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When light passes from an optically denser medium to an optically rarer medium, it bends away from the normal in accordance with the Snell's Law of refraction $\mu_1\sin i =\mu_2\sin r$ where $\mu_1$ and $\mu_2$ are the refractive indices of the two media, $\mu_1>\mu_2$, and $i$ and $r$ are the angles of incidence and refraction respectively.

When we increase $i$ gradually, $r$ also increases. Since, $r>i$ as $\mu_1>\mu_2$, $r$ becomes $90^\circ$ before $i$. The angle of incidence for which the angle of refraction is $90^\circ$ is called the critical angle $i_c$. From Snell's law we get, $\sin i_c =\mu_2/\mu_1$. This is how critical angle is explained in almost all sources. Beyond this angle it's said the Snell's law of refraction is no longer valid and refraction is not possible, only reflection or more precisely total internal reflection takes place.

I do not understand why we still consider the refractive index of the medium at grazing refracted ray ($r=90^\circ$) as $\mu_2$. How can we ascertain the speed of light (and hence the refractive index) in the interface separating two media? According to the derivations, the speed of light in the interface is same as that of the medium other than the one from which the ray emerged (here it's the rarer medium). But why do we choose it this way? Why can't it be the other way round?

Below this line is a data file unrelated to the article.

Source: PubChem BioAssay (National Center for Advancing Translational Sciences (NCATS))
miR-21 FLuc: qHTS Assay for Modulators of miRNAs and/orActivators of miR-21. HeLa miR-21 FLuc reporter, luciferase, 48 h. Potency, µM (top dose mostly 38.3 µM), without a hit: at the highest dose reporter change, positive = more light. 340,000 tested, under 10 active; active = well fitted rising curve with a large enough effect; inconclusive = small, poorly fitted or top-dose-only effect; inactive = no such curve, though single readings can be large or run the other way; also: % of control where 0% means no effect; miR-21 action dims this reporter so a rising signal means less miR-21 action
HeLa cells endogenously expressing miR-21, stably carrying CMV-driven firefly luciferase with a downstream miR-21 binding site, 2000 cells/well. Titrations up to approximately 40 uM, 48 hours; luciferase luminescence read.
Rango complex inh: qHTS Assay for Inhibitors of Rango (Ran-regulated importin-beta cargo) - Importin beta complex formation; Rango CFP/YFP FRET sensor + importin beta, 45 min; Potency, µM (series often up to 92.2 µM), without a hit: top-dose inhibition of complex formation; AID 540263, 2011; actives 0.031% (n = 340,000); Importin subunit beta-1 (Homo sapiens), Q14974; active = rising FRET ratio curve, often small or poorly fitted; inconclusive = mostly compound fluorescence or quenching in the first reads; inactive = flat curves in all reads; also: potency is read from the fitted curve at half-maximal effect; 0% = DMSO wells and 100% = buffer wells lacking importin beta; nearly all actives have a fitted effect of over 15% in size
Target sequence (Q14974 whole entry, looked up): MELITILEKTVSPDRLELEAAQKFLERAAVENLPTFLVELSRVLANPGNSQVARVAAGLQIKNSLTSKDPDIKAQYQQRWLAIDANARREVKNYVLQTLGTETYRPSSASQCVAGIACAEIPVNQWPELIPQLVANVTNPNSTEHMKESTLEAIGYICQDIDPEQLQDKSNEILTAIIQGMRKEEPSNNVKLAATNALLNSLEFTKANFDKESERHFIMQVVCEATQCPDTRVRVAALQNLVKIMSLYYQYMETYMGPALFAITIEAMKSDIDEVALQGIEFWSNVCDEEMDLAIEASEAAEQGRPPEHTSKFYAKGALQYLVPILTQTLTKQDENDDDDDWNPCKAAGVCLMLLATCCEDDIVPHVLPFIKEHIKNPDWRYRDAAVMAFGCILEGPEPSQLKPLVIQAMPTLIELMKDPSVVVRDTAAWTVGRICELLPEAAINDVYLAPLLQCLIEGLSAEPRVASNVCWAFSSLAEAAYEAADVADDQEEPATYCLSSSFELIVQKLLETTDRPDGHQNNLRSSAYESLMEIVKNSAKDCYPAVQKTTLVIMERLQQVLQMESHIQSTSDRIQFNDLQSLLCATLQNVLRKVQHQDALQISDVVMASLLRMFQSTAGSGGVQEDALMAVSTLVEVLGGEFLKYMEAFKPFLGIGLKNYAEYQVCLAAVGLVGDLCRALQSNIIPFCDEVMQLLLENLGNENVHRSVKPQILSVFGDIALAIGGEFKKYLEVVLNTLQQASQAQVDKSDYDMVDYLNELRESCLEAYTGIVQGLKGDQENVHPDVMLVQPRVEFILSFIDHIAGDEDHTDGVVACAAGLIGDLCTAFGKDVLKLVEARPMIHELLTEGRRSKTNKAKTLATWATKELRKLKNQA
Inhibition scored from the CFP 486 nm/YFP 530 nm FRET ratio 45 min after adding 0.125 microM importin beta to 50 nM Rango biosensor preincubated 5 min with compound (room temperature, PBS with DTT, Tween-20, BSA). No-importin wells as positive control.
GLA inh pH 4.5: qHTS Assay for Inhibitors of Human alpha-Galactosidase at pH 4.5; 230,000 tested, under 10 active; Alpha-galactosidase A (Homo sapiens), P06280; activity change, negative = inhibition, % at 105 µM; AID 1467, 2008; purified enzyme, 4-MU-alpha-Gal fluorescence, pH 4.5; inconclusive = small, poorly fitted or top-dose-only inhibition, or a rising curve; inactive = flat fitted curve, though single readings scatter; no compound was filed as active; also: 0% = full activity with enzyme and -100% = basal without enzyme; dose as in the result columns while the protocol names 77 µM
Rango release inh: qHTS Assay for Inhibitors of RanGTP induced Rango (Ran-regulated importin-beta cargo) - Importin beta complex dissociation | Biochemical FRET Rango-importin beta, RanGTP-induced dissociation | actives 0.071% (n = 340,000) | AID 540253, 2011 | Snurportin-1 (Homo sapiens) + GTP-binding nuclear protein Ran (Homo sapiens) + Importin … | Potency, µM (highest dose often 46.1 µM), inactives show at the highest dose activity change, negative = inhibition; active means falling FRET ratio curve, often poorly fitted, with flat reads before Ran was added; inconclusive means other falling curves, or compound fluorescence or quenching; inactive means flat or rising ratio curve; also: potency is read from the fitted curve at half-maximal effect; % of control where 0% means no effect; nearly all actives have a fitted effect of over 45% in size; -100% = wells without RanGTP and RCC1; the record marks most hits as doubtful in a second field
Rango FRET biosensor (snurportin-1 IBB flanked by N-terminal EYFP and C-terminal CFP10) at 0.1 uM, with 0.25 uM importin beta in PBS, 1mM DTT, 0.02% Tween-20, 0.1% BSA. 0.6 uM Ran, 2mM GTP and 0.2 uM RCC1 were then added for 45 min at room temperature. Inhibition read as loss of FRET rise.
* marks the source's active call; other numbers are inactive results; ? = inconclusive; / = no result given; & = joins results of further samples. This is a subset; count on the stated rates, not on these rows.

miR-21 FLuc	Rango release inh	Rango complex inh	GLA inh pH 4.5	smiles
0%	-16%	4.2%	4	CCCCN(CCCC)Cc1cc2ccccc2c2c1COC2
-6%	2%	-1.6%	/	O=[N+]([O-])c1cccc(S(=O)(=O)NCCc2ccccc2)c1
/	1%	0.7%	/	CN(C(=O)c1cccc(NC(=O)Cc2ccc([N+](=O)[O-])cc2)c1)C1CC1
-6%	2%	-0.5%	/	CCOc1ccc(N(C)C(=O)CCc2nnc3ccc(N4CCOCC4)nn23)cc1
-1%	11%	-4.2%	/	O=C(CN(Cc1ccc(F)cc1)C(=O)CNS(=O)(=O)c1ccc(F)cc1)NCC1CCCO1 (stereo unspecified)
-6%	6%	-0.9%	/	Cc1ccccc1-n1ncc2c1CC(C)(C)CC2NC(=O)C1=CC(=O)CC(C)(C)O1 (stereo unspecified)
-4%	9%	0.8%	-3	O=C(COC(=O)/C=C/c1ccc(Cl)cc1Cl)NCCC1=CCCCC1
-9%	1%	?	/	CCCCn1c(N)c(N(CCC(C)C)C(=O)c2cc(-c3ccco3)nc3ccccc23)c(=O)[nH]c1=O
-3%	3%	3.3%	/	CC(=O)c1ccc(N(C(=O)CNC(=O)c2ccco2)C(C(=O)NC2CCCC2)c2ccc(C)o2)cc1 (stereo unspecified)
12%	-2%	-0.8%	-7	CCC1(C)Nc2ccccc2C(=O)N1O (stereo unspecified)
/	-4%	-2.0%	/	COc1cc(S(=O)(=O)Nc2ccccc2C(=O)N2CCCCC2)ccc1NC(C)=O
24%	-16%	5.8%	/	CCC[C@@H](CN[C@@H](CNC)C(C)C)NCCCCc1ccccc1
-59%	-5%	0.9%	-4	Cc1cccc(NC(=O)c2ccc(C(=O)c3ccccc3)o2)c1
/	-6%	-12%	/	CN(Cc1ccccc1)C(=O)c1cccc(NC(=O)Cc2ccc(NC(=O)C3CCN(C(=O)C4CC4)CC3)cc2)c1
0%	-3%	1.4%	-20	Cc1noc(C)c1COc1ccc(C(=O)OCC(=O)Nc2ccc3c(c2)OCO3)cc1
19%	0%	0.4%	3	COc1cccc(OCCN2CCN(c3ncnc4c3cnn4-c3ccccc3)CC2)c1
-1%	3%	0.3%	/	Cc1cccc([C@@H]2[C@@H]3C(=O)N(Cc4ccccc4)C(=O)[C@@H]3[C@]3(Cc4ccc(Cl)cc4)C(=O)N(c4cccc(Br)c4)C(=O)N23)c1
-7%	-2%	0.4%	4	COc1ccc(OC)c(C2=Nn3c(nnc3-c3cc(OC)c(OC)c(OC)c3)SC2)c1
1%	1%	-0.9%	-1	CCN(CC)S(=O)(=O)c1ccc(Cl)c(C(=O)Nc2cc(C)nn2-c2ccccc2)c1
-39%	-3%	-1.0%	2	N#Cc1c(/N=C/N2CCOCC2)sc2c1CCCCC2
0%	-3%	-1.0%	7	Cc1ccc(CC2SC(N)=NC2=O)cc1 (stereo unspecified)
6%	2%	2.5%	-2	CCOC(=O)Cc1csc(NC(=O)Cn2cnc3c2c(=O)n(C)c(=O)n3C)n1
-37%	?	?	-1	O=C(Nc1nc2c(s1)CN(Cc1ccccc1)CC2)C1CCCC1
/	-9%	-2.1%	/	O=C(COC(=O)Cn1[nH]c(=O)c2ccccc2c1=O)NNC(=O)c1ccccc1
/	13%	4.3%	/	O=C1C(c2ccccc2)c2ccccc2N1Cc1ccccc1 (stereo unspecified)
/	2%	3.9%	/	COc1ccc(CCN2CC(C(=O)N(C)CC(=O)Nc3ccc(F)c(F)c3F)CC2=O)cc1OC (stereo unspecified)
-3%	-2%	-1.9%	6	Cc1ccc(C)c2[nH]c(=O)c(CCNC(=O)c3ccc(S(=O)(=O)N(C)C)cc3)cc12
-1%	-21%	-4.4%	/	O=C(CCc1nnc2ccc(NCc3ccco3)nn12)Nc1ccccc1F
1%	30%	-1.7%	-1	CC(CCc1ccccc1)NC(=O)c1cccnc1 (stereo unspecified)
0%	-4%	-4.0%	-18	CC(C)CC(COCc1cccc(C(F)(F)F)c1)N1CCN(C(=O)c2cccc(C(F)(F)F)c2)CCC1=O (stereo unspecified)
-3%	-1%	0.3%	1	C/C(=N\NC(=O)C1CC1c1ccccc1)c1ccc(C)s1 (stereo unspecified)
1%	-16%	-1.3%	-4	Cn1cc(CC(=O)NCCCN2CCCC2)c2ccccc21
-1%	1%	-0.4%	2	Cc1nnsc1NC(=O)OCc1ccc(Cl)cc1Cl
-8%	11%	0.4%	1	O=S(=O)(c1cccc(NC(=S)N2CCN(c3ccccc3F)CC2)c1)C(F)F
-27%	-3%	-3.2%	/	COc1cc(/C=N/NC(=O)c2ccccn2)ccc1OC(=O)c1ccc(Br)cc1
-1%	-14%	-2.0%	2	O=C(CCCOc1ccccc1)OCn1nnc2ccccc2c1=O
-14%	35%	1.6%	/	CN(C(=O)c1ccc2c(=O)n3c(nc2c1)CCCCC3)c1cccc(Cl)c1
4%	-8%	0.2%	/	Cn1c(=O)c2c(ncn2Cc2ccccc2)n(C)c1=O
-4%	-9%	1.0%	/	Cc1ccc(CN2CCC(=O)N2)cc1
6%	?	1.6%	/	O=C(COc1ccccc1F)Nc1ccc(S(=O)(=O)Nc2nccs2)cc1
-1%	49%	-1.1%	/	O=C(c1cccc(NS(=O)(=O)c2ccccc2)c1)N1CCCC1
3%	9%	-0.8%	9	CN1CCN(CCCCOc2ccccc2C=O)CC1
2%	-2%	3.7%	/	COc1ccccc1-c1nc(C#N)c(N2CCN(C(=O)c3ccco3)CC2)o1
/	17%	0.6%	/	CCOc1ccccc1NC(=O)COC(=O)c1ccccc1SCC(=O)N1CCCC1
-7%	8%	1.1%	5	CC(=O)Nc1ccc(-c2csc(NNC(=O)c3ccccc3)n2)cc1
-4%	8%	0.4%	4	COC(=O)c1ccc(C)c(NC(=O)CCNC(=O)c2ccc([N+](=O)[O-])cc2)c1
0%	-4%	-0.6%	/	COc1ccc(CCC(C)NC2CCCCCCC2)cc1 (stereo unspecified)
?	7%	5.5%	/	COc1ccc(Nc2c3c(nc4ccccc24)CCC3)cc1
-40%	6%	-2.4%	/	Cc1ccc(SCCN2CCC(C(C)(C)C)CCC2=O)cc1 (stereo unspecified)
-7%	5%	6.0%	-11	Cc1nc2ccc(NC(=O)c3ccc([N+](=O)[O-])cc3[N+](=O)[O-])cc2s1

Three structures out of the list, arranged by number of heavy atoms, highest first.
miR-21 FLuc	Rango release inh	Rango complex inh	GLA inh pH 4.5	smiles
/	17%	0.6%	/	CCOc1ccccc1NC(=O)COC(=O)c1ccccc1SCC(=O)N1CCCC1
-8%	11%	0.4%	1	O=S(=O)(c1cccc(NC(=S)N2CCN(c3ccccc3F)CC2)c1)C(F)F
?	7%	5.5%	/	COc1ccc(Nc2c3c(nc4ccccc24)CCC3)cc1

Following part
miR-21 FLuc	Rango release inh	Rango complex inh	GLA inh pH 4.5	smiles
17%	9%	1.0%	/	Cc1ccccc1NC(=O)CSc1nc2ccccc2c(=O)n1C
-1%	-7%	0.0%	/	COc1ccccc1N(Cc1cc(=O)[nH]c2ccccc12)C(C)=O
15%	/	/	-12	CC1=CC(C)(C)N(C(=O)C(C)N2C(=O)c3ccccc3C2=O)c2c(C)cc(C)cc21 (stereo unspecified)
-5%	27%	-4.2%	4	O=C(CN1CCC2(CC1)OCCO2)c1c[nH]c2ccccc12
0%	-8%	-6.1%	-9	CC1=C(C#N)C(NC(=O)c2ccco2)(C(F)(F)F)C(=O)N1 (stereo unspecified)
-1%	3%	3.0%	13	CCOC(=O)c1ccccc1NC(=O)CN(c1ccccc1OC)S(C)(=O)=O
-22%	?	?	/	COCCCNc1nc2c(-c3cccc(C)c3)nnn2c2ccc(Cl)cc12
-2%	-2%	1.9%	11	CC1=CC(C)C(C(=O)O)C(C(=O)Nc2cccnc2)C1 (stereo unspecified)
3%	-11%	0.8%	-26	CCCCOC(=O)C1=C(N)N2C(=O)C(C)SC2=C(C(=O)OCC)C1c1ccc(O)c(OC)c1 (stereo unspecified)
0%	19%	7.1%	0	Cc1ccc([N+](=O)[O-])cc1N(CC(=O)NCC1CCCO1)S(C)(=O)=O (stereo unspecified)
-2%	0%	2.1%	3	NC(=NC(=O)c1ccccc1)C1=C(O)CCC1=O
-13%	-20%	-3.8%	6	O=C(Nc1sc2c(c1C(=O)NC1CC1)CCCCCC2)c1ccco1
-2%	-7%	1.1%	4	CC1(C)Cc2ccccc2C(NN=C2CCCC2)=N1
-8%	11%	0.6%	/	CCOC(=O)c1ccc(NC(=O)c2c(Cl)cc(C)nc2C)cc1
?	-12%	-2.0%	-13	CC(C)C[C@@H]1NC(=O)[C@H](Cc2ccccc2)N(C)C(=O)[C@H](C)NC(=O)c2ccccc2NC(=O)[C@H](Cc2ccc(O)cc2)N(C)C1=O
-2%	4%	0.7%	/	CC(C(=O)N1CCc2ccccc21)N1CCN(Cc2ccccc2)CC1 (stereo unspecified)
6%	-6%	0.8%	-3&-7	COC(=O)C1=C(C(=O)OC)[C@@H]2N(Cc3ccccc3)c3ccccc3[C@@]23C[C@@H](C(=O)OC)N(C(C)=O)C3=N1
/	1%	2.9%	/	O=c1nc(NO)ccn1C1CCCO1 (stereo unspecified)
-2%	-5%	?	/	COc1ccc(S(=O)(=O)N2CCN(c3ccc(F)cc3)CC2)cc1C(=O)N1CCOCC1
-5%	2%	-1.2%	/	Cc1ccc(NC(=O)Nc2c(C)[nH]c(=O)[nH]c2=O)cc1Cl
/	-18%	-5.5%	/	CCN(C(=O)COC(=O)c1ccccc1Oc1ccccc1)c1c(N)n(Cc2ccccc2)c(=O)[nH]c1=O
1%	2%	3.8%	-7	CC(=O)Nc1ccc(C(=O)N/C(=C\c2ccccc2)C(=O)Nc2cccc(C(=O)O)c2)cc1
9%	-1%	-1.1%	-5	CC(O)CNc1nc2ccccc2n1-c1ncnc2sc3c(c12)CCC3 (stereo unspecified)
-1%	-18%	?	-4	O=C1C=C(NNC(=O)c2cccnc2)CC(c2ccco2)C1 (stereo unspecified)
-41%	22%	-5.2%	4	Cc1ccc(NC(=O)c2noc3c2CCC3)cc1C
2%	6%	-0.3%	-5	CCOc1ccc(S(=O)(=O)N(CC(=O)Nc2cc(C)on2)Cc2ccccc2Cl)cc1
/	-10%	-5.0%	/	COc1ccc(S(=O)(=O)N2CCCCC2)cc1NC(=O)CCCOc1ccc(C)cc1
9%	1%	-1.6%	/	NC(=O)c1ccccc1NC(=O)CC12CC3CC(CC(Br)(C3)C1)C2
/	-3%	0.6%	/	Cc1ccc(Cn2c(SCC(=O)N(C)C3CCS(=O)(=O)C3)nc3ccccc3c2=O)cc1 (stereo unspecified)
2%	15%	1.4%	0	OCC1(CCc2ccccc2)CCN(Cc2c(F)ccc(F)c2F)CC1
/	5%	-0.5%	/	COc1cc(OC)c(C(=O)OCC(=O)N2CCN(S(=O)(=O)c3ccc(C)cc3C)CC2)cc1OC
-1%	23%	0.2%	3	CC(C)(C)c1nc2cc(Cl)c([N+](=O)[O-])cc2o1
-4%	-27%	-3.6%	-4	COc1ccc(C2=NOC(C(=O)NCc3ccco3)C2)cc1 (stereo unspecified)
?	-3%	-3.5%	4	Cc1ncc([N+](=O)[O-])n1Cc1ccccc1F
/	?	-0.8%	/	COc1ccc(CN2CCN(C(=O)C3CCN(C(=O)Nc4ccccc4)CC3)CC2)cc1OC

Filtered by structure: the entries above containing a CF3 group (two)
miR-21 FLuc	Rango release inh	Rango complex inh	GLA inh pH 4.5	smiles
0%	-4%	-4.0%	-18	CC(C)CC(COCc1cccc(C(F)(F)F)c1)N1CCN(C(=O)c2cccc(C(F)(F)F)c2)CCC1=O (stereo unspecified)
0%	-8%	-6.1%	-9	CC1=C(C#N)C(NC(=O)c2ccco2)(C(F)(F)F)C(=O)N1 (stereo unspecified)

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The case of the refracted angle being $90^\circ$ is ill defined, because you can calculate and see that you get total internal reflection for all angles which are equal or larger than the critical angle. Meaning no energy is actually moving parallel to the interface, and you can't talk about its speed.

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  • $\begingroup$ Thank you for your answer. If possible, could you please support your answer with reliable resources? As far as I've learnt so far, a light ray incident at critical angle grazes the surface after refraction. The occurrence of TIR for rays incident at critical angle is new to me. This is how I thought internal reflection would take place as one increases the angle of incidence gradually. $\endgroup$ – Guru Vishnu Dec 29 '19 at 4:07
  • $\begingroup$ It's not like that 100% of the energy is transmitted and in the critical angle BAM, no transmission at all.The transmission gets weaker and weaker until at critical angle it approaches actual $0$ and after that it stays that way. See fresnel equations to have a quantitative idea of the numbers: en.wikipedia.org/wiki/Fresnel_equations,and you can see it in the following simulation as well (change the first medium refractive index and watch how as you increase the angle more is reglected and less transmitted: phet.colorado.edu/sims/html/bending-light/latest/… $\endgroup$ – Ofek Gillon Dec 29 '19 at 19:29

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